Mar 15, 2010, 9:47 AM
Post #1 of 14
The Volvo Ocean Race (VOR) organizers are leveraging the 2011-12 race route, seeking to build interest through the gradual disclosure of port stopovers. One of the mandates for the race was to reduce team budgets, and a significant team expenditure occurs at each port. The 2008-9 race had ten stops; look for the next race to have nine.
Volvo Ocean Race 2011-12 Route
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With the remaining host ports to be revealed throughout the remainder of March, here’s what is currently known:
Leg 1: Alicante, Spain to Cape Town, South Africa
Leg 2: Cape Town, South Africa to Abu Dhabi, UAE
Leg 3: Abu Dhabi, UAE to ?
Leg 7: North America to Lisbon, Portugal
Leg 8: Lisbon, Portugal to Lorient, France
Leg 9: Lorient, France to Galway, Ireland
Where will the middle of the race go? Here are some theories:
LEG 3: The 2008-9 race went to India, but with UAE now confirmed, Leg 3 must be headed to Asia. The last race went from India to Singapore, and Singapore to Qingdao, China, but look for the next race to sail through the southern section (wasn’t too popular last time), though perhaps not as far north as Qingdao (gets cold up there in the winter). Despite damage in the 2008-9 race to five boats due to the strong weather and water hazards of the South China Sea, China is too strong commercially for the race to pass on.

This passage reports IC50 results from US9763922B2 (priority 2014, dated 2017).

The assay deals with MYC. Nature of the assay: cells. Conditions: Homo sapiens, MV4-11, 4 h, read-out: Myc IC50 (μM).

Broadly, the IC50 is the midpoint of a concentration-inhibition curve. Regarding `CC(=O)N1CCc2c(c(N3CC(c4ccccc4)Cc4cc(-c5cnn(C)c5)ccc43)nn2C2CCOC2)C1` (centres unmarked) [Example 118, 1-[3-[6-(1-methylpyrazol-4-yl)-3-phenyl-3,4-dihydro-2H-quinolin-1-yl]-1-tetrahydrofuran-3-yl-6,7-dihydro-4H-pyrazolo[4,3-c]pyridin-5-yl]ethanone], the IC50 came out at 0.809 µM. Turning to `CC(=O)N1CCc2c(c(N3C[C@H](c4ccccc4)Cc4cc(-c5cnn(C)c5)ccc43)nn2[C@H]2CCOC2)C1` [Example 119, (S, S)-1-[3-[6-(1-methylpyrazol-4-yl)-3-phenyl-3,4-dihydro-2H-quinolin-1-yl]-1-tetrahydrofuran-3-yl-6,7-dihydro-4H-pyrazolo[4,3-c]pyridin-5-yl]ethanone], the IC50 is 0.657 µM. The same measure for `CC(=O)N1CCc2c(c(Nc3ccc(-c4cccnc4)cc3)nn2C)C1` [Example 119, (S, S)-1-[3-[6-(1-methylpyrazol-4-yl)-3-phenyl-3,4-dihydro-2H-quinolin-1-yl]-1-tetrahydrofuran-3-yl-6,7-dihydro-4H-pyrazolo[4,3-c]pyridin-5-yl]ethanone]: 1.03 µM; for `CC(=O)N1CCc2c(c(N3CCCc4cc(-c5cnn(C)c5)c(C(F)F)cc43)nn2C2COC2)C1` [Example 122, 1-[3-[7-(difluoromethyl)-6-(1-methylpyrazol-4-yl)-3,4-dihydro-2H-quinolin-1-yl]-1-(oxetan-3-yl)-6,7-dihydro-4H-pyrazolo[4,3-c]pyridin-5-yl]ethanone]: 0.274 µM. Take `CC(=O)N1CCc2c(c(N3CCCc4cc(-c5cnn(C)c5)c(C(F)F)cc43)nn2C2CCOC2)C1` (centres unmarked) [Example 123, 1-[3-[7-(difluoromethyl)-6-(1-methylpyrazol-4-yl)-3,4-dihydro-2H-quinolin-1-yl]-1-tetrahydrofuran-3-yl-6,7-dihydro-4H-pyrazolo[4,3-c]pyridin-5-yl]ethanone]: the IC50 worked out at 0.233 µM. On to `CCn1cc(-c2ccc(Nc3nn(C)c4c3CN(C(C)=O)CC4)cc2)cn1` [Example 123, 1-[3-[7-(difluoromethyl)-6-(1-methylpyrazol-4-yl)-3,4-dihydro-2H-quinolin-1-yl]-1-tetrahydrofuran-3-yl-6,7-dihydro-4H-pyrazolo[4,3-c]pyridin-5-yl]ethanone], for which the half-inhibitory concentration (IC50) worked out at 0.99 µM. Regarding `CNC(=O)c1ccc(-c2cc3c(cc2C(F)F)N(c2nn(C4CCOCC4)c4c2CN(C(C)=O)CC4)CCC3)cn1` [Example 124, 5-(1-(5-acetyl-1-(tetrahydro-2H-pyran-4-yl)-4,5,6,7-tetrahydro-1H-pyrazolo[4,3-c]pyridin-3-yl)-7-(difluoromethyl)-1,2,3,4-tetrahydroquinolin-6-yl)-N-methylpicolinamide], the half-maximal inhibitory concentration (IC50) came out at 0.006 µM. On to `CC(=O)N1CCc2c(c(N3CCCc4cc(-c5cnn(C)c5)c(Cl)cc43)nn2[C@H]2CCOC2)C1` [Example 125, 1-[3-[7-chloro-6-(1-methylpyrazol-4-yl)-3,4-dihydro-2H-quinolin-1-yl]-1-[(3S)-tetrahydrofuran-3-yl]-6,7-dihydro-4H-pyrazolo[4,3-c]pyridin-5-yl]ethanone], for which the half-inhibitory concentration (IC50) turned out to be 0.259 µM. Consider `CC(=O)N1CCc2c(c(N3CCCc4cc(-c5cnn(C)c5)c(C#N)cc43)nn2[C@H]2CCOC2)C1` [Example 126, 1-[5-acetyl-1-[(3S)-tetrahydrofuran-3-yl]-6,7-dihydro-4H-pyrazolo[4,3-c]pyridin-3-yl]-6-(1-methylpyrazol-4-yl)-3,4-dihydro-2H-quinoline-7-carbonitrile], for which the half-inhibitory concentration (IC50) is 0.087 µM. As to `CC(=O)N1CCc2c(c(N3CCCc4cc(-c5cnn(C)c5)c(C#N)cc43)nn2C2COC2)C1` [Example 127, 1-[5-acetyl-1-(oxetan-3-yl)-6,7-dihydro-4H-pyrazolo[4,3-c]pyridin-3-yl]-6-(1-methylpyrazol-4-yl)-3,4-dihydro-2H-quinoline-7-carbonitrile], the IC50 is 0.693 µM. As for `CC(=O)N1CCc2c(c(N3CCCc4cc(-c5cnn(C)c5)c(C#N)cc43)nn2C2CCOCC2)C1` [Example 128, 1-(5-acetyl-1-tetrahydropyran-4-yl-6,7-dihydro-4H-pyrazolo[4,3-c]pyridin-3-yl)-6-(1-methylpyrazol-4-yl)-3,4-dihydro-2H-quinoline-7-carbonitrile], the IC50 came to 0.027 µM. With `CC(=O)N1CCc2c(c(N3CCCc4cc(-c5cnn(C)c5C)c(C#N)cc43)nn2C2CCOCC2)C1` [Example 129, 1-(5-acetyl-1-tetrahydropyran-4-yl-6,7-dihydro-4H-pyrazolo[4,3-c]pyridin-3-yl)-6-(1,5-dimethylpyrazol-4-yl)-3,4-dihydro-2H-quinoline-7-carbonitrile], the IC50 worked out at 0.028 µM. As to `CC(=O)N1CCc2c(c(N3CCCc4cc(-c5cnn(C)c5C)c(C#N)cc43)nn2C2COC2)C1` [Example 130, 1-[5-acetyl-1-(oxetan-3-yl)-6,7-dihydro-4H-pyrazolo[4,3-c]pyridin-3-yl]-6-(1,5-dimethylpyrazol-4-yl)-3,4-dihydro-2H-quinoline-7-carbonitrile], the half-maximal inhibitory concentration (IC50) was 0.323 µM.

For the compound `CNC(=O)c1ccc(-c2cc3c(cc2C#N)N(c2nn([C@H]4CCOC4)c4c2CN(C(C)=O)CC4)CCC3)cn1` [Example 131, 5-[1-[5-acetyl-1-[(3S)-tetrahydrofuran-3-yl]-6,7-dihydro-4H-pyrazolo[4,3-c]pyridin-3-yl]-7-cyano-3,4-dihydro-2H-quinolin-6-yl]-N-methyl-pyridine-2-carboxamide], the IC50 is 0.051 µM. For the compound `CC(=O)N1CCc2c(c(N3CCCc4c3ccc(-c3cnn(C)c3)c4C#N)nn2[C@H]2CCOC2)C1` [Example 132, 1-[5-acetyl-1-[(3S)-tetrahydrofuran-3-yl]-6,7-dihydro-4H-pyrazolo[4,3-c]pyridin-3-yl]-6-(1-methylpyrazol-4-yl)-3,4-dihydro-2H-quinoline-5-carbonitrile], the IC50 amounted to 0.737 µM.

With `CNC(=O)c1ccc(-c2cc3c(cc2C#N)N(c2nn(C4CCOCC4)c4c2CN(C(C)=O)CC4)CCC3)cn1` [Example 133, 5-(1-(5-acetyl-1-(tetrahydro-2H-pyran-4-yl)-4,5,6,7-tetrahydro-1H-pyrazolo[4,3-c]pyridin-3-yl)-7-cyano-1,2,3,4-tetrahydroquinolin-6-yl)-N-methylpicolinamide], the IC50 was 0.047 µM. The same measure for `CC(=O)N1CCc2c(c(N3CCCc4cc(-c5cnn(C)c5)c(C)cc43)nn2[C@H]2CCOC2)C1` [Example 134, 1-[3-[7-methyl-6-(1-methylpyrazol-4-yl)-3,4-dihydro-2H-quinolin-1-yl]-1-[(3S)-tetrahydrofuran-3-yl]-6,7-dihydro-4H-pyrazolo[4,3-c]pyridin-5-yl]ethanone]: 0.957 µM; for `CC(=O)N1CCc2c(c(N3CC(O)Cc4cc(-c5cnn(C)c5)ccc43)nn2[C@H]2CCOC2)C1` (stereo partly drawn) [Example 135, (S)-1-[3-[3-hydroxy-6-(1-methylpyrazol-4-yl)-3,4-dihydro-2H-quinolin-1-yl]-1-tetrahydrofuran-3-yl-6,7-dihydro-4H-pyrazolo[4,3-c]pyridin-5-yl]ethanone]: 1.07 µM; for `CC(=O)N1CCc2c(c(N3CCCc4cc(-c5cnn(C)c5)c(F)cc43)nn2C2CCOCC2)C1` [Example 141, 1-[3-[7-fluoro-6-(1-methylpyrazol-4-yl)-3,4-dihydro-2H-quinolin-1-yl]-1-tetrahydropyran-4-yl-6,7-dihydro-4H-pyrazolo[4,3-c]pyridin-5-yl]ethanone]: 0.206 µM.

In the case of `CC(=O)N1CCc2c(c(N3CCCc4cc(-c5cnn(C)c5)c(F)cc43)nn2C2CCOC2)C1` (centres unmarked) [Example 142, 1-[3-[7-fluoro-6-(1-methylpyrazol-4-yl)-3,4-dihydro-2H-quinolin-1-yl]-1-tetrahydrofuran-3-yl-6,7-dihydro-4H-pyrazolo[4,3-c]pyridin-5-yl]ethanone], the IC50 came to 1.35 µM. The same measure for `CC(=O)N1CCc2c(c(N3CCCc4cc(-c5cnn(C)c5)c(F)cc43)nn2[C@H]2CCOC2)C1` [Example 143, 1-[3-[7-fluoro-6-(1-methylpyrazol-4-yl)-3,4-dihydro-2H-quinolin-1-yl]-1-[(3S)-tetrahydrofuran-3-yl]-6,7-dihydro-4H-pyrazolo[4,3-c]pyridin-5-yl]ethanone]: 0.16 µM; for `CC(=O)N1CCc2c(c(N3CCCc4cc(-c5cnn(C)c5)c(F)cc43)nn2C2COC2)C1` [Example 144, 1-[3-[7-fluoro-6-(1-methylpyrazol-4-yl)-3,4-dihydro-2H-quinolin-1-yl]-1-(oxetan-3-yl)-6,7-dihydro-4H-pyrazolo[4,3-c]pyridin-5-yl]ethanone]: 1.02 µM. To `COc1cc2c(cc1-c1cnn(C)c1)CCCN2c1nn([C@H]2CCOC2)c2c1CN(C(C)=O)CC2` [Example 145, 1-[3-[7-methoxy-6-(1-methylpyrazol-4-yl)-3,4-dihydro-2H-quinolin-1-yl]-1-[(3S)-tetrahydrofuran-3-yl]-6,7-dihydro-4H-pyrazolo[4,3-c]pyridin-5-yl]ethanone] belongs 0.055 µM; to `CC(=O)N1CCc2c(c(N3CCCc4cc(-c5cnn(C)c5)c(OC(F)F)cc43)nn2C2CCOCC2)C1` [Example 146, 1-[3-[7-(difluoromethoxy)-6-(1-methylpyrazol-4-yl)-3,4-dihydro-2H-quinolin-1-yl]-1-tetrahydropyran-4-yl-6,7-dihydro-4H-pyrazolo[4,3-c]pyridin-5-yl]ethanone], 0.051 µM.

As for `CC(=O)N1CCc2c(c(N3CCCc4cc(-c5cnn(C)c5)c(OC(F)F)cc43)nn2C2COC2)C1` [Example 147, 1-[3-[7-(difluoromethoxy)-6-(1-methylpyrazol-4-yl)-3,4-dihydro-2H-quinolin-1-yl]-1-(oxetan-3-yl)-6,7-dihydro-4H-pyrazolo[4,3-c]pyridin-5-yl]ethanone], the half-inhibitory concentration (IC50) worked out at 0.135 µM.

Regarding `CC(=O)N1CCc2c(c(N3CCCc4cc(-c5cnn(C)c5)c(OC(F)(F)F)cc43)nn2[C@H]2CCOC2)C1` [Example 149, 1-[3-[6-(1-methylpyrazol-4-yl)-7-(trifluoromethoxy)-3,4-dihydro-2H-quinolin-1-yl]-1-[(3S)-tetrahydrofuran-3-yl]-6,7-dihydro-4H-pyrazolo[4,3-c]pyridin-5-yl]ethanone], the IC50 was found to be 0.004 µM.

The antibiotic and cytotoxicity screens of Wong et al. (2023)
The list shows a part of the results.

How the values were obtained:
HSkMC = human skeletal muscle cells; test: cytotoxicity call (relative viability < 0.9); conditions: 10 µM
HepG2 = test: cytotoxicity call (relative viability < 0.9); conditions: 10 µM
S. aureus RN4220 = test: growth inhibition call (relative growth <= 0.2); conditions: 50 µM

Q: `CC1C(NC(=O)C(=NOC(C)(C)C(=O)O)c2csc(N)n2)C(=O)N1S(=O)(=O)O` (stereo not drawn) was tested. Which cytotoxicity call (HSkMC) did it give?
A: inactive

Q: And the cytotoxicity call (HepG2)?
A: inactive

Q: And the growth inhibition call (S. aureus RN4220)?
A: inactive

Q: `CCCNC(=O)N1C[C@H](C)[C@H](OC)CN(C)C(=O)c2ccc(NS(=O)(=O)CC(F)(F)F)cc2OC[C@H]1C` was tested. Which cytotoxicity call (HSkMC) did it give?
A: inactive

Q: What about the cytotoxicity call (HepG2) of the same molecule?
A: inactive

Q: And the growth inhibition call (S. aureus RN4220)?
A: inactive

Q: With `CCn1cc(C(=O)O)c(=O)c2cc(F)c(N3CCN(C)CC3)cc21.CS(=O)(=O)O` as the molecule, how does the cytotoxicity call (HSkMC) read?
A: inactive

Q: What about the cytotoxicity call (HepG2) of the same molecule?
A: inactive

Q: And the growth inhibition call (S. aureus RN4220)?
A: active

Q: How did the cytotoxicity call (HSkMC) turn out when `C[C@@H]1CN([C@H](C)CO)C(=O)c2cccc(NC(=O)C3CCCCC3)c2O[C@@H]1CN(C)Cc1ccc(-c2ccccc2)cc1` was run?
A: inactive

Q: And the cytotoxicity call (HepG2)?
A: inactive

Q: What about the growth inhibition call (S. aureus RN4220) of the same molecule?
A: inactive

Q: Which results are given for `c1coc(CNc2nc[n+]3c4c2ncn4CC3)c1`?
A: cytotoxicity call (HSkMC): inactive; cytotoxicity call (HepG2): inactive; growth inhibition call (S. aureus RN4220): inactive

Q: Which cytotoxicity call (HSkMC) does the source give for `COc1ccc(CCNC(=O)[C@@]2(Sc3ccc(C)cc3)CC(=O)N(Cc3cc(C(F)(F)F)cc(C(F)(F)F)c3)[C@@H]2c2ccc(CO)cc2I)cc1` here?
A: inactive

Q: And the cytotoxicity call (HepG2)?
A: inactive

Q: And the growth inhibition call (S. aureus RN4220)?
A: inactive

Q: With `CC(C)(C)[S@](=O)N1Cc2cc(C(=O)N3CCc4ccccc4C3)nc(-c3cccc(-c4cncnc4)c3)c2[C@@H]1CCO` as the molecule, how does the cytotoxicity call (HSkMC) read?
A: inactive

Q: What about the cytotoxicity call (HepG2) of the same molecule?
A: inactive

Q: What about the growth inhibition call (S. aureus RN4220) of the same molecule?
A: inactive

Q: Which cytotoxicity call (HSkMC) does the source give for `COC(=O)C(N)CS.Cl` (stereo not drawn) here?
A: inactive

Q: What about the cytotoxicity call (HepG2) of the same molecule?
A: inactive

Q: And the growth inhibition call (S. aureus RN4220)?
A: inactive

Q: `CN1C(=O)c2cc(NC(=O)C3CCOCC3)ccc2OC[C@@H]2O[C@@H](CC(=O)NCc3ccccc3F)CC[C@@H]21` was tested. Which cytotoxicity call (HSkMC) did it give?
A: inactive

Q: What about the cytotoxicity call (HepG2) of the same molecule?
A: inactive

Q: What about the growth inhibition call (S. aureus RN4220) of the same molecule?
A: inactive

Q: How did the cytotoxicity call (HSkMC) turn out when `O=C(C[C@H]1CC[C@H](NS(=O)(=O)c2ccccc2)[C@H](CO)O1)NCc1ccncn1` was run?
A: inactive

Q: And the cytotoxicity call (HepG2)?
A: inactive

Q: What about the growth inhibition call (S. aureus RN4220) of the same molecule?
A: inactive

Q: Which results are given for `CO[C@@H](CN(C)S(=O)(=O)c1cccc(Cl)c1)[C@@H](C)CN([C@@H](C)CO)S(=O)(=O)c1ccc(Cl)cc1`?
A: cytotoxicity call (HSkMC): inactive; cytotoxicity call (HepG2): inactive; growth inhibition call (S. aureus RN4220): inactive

LEG 4: The 2008-9 race went from Qingdao, China to Rio de Janeiro, Brazil, which at 41 days was the longest leg of the race (and race history). It was also a hard leg to maintain media interest, so look for a shorter route from China, and with limited options, an Australian or New Zealand stop seem likely.
Leg 5: Leaving from the Oceania region across the South Pacific, the fleet will be stopping in South America…but where? Just because the 2016 Olympics are going to Rio de Janeiro, Brazil, don’t expect the VOR to follow suit. Rio underperformed commercially during the last race, so look for alternatives in Argentina or Brazil.
Leg 6: Leaving Argentina or Brazil, this next leg will head toward North America, and the two cities still vying for the bid are Newport, RI and Miami, FL. The final decision is believed to be Miami due to better financing, and considering that Lisbon is a long, long way south of previous trans-Atlantic finish ports, Miami’s southern location will help teams navigate around the Azores High.
- Craig Leweck, Scuttlebutt